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There are many ways you can help children and their families get the care they need.
VUR is diagnosed using one of two similar tests, called a voiding cystourethrogram (VCUG) and a radionuclide cystogram (RNC). In these tests, a small catheter is passed through the child’s urethra into the bladder. The bladder is then filled with a liquid that is visible using specialized imaging equipment. If the fluid refluxes backward up to the kidney, VUR is diagnosed. Each test usually takes 15 to 45 minutes. Sometimes it may last longer, if your child does not void (urinate) quickly. Although the RNC and VCUG are similar tests, your doctor may have specific reasons for ordering one or the other.
DMSA renal scan: this is a nuclear medicine study in which a chemical called a radiotracer is injected through an IV into your child’s bloodstream. The radiotracer collects in the kidney (this may take a couple of hours). The child then lies on an imaging table and a special detector creates detailed images of the kidneys. This test gives us important information about the function of each kidney and whether there has been damage from infection.
Kidney ultrasound: this non-invasive test is performed by placing a small probe on the child’s back or abdomen. It can see evidence of kidney growth or obstruction, and sometimes can identify scarring or damage to the kidney tissue. It can also evaluate the bladder for other problems that may lead to urinary tract infection.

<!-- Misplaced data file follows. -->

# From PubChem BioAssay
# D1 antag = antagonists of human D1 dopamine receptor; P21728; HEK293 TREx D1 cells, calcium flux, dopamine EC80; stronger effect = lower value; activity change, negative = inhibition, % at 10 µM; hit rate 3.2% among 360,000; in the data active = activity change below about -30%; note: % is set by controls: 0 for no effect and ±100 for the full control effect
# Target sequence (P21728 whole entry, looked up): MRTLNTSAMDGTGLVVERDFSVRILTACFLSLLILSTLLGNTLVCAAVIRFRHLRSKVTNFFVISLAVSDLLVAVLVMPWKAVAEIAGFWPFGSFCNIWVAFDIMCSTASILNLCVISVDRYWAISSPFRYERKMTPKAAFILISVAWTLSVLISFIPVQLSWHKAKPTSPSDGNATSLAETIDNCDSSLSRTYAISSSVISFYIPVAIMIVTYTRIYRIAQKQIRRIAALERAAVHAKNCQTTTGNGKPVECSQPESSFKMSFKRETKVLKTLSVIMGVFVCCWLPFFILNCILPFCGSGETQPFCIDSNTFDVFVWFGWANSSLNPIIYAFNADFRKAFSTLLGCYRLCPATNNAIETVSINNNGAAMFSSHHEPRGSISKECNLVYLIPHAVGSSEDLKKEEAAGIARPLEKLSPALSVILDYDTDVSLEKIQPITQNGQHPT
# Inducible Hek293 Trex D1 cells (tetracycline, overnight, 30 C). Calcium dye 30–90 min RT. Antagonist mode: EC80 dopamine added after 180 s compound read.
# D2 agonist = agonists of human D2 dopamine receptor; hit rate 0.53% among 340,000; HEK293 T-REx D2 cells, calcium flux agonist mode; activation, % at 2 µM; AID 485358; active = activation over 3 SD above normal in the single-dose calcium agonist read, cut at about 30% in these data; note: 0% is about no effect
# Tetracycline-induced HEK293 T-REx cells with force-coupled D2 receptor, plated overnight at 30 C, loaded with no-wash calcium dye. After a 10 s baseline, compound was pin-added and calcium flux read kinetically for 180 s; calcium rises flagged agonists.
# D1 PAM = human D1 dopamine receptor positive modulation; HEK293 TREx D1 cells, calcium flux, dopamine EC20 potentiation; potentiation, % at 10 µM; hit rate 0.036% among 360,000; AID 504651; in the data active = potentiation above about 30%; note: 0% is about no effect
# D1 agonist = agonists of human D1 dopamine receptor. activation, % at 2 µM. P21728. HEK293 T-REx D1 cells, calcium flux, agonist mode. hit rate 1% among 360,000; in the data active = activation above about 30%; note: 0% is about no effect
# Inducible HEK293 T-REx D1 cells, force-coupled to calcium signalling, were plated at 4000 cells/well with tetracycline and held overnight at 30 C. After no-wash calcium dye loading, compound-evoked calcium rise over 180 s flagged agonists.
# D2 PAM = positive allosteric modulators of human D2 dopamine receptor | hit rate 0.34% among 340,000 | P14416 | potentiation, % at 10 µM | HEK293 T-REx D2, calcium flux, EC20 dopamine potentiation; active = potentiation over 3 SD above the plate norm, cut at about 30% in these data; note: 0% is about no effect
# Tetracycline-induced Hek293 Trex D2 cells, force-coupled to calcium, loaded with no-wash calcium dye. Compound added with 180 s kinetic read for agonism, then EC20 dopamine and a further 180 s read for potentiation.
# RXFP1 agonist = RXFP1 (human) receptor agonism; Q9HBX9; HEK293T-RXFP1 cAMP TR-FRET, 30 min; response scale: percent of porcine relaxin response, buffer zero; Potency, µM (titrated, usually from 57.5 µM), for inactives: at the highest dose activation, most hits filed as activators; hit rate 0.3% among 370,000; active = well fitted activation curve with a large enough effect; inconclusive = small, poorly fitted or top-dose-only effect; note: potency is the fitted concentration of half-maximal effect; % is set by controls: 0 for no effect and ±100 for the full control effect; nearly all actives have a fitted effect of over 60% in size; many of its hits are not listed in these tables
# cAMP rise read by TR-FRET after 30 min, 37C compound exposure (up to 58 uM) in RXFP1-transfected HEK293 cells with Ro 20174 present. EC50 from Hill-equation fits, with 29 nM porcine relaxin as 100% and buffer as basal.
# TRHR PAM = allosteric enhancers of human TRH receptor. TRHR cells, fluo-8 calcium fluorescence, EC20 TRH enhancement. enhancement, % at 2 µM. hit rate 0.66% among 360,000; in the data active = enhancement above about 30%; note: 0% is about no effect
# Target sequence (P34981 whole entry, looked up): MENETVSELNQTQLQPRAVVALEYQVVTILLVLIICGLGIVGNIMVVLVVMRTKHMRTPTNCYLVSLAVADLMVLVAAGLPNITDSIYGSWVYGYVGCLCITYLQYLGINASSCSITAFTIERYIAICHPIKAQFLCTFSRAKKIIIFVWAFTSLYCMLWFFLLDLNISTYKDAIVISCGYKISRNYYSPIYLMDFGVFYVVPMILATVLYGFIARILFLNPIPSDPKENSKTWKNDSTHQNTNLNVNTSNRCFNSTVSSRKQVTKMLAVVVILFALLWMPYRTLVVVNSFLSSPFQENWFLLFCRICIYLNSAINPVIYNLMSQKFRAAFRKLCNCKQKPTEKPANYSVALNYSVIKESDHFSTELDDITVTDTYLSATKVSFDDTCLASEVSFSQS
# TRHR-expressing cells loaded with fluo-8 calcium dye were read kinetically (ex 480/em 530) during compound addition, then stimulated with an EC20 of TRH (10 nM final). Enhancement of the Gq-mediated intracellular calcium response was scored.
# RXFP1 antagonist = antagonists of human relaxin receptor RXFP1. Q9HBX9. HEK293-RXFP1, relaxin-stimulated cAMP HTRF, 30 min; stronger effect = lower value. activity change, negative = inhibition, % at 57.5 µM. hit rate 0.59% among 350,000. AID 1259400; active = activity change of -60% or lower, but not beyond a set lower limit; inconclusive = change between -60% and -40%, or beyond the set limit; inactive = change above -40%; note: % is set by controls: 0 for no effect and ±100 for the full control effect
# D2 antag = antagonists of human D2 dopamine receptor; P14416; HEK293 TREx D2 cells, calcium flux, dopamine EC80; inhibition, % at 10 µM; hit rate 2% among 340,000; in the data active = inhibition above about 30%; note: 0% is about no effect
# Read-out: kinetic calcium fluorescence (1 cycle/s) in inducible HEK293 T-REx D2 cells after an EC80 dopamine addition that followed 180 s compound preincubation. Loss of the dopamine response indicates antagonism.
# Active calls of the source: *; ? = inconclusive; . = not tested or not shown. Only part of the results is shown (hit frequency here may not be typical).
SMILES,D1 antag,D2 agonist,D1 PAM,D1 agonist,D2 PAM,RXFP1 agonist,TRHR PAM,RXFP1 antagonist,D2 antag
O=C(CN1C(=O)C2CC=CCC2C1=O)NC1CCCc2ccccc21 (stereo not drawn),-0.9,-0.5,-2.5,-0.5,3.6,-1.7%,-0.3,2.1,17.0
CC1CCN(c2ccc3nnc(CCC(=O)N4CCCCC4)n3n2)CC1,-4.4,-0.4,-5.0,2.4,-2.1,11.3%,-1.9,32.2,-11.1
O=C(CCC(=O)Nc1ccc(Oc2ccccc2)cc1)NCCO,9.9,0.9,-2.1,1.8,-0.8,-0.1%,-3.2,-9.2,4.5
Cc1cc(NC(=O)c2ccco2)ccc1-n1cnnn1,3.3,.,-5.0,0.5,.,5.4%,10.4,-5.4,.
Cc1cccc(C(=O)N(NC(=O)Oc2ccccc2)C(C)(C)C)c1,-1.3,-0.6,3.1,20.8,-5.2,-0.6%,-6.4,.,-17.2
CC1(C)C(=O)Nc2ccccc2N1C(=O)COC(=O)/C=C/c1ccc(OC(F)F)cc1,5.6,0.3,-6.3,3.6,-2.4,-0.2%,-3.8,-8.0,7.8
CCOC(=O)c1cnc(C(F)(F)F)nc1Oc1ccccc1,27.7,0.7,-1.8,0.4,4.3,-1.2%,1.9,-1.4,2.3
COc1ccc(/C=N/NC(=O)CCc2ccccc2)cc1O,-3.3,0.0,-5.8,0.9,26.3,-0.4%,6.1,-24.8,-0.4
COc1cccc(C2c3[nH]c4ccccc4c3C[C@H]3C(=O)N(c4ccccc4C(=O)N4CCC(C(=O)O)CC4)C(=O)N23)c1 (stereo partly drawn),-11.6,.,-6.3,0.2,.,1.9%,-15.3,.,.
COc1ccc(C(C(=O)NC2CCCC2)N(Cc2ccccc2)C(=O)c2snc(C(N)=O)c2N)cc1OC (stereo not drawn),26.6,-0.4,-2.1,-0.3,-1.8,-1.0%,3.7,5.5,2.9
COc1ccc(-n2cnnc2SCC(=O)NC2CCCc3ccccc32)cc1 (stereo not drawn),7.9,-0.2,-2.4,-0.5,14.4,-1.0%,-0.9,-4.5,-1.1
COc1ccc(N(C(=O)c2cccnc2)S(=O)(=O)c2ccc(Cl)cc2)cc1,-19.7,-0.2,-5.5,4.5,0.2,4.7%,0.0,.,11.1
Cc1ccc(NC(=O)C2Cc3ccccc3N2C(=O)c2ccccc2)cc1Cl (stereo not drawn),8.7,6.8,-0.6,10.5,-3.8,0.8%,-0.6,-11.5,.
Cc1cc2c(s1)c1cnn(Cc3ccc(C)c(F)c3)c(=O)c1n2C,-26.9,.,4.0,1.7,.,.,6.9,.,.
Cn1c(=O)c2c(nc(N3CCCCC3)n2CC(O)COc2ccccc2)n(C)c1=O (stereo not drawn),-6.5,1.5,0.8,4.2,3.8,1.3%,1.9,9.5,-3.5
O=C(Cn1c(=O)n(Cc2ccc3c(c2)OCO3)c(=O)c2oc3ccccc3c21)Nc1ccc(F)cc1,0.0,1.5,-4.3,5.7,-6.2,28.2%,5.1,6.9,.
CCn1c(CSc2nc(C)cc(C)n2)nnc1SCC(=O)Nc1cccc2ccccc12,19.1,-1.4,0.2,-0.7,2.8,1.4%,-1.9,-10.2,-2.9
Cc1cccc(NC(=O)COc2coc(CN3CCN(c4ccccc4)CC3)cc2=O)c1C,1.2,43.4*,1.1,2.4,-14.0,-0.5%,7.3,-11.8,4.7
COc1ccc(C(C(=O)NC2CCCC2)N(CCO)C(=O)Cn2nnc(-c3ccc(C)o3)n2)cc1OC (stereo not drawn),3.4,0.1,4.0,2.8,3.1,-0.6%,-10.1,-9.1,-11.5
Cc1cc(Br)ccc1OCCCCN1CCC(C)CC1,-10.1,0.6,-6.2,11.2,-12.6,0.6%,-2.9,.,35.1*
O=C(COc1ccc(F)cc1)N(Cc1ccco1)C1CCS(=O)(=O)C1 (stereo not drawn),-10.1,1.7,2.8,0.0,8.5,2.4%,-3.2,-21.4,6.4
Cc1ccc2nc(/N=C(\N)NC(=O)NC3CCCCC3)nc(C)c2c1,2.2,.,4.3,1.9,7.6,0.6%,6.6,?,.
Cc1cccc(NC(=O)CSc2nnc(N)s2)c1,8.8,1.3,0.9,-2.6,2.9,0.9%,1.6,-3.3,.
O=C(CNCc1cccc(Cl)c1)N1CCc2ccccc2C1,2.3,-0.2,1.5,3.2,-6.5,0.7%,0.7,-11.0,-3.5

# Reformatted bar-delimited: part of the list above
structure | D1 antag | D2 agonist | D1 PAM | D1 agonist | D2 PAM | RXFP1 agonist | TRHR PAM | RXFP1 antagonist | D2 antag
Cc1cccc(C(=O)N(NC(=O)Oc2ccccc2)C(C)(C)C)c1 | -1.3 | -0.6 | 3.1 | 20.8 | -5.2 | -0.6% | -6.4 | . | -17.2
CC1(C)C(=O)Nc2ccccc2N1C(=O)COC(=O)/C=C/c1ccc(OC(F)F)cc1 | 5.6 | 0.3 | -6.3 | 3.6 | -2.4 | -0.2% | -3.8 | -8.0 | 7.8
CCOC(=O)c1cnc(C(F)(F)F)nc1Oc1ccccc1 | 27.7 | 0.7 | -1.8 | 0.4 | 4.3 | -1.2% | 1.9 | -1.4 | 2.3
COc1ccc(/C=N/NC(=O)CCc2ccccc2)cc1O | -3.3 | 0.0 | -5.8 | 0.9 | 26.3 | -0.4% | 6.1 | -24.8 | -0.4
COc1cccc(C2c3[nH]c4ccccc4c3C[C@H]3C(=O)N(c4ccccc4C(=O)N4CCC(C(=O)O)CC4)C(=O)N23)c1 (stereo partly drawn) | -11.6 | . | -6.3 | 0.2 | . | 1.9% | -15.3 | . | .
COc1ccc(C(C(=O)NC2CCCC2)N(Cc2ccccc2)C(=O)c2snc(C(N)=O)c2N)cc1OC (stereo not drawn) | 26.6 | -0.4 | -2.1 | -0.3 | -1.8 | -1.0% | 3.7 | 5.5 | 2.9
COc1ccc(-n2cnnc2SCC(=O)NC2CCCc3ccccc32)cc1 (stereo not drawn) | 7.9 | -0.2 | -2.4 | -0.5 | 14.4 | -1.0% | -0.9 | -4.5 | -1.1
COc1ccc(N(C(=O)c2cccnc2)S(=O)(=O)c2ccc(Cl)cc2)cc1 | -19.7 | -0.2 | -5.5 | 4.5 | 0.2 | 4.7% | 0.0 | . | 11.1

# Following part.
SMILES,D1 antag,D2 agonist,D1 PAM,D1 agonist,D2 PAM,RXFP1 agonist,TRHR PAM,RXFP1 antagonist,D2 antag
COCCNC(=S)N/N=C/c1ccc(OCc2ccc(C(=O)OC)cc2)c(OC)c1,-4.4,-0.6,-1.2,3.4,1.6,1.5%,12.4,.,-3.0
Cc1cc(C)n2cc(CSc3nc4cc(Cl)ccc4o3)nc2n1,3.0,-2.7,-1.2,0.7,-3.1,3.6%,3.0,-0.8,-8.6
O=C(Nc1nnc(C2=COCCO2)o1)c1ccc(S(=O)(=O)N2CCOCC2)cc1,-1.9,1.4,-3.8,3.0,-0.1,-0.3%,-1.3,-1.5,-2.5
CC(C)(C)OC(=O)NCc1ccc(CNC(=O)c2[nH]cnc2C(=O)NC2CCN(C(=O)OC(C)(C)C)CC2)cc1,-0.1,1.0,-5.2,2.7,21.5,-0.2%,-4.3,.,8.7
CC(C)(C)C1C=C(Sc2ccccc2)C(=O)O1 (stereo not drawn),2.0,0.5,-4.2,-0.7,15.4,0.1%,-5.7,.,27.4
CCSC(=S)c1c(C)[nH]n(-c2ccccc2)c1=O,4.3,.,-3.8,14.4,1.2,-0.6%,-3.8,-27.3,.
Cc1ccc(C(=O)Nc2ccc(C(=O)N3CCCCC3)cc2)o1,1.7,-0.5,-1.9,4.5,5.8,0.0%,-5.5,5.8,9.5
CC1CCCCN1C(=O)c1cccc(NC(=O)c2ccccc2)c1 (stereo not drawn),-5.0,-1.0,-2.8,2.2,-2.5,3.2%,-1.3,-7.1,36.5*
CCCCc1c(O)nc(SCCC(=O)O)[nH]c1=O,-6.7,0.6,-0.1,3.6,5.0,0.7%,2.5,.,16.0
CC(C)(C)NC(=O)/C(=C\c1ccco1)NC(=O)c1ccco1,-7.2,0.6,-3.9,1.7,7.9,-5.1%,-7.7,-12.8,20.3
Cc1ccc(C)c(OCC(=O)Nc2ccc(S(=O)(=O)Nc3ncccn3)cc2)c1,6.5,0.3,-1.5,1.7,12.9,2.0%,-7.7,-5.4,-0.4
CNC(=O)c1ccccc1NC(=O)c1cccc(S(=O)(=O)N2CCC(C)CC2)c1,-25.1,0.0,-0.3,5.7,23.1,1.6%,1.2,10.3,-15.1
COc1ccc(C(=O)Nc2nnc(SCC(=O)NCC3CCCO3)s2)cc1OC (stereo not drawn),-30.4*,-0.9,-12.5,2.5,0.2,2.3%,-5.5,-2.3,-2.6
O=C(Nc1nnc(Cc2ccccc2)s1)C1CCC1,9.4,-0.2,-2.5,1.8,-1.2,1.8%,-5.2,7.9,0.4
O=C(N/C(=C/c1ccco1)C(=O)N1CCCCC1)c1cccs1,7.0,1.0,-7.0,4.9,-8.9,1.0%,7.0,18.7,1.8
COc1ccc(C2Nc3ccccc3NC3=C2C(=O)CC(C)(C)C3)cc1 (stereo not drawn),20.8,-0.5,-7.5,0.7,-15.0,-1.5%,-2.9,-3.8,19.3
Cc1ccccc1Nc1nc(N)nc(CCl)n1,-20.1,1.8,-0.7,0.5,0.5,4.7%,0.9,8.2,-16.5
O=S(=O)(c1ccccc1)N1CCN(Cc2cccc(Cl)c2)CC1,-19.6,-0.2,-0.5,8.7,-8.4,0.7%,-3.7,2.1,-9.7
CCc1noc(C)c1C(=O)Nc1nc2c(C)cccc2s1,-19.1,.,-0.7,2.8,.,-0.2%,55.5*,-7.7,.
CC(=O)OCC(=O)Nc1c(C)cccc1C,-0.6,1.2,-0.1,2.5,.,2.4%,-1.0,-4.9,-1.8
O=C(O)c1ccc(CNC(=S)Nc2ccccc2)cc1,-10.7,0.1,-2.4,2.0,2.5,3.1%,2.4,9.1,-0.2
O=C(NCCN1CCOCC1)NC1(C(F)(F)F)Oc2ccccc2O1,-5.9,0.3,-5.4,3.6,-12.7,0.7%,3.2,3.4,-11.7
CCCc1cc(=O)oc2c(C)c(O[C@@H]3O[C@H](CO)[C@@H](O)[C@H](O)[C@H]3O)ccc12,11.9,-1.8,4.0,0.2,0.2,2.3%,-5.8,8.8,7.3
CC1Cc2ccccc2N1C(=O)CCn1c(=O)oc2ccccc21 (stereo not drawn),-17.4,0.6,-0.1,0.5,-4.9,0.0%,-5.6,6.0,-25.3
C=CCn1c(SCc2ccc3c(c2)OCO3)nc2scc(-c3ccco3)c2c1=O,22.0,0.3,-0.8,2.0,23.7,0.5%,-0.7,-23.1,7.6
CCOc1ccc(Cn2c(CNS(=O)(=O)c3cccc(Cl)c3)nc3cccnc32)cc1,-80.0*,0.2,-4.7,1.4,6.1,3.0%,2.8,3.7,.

If a child is suspected of having a urinary tract infection (UTI), the urine needs to be sampled using special techniques to avoid contamination and false test results. For younger children and infants, this usually means passing a catheter into the bladder to obtain a urine sample. In some cases, a bag will be placed on the child to collect urine, although this method has a high rate of false results. In older, toilet-trained children, the child can void (urinate) into a cup; however, great care must be taken to make sure the urine sample is uncontaminated by germs located on the skin.
Most commonly, we will treat your child for VUR in two ways:
We are grateful to have been ranked #1 on U.S. News & World Report's list of the best children's hospitals in the nation for the third year in a row, an honor we could not have achieved without the patients and families who inspire us to do our very best for them. Thanks to you, Boston Children's is a place where we can write the greatest children's stories ever told.”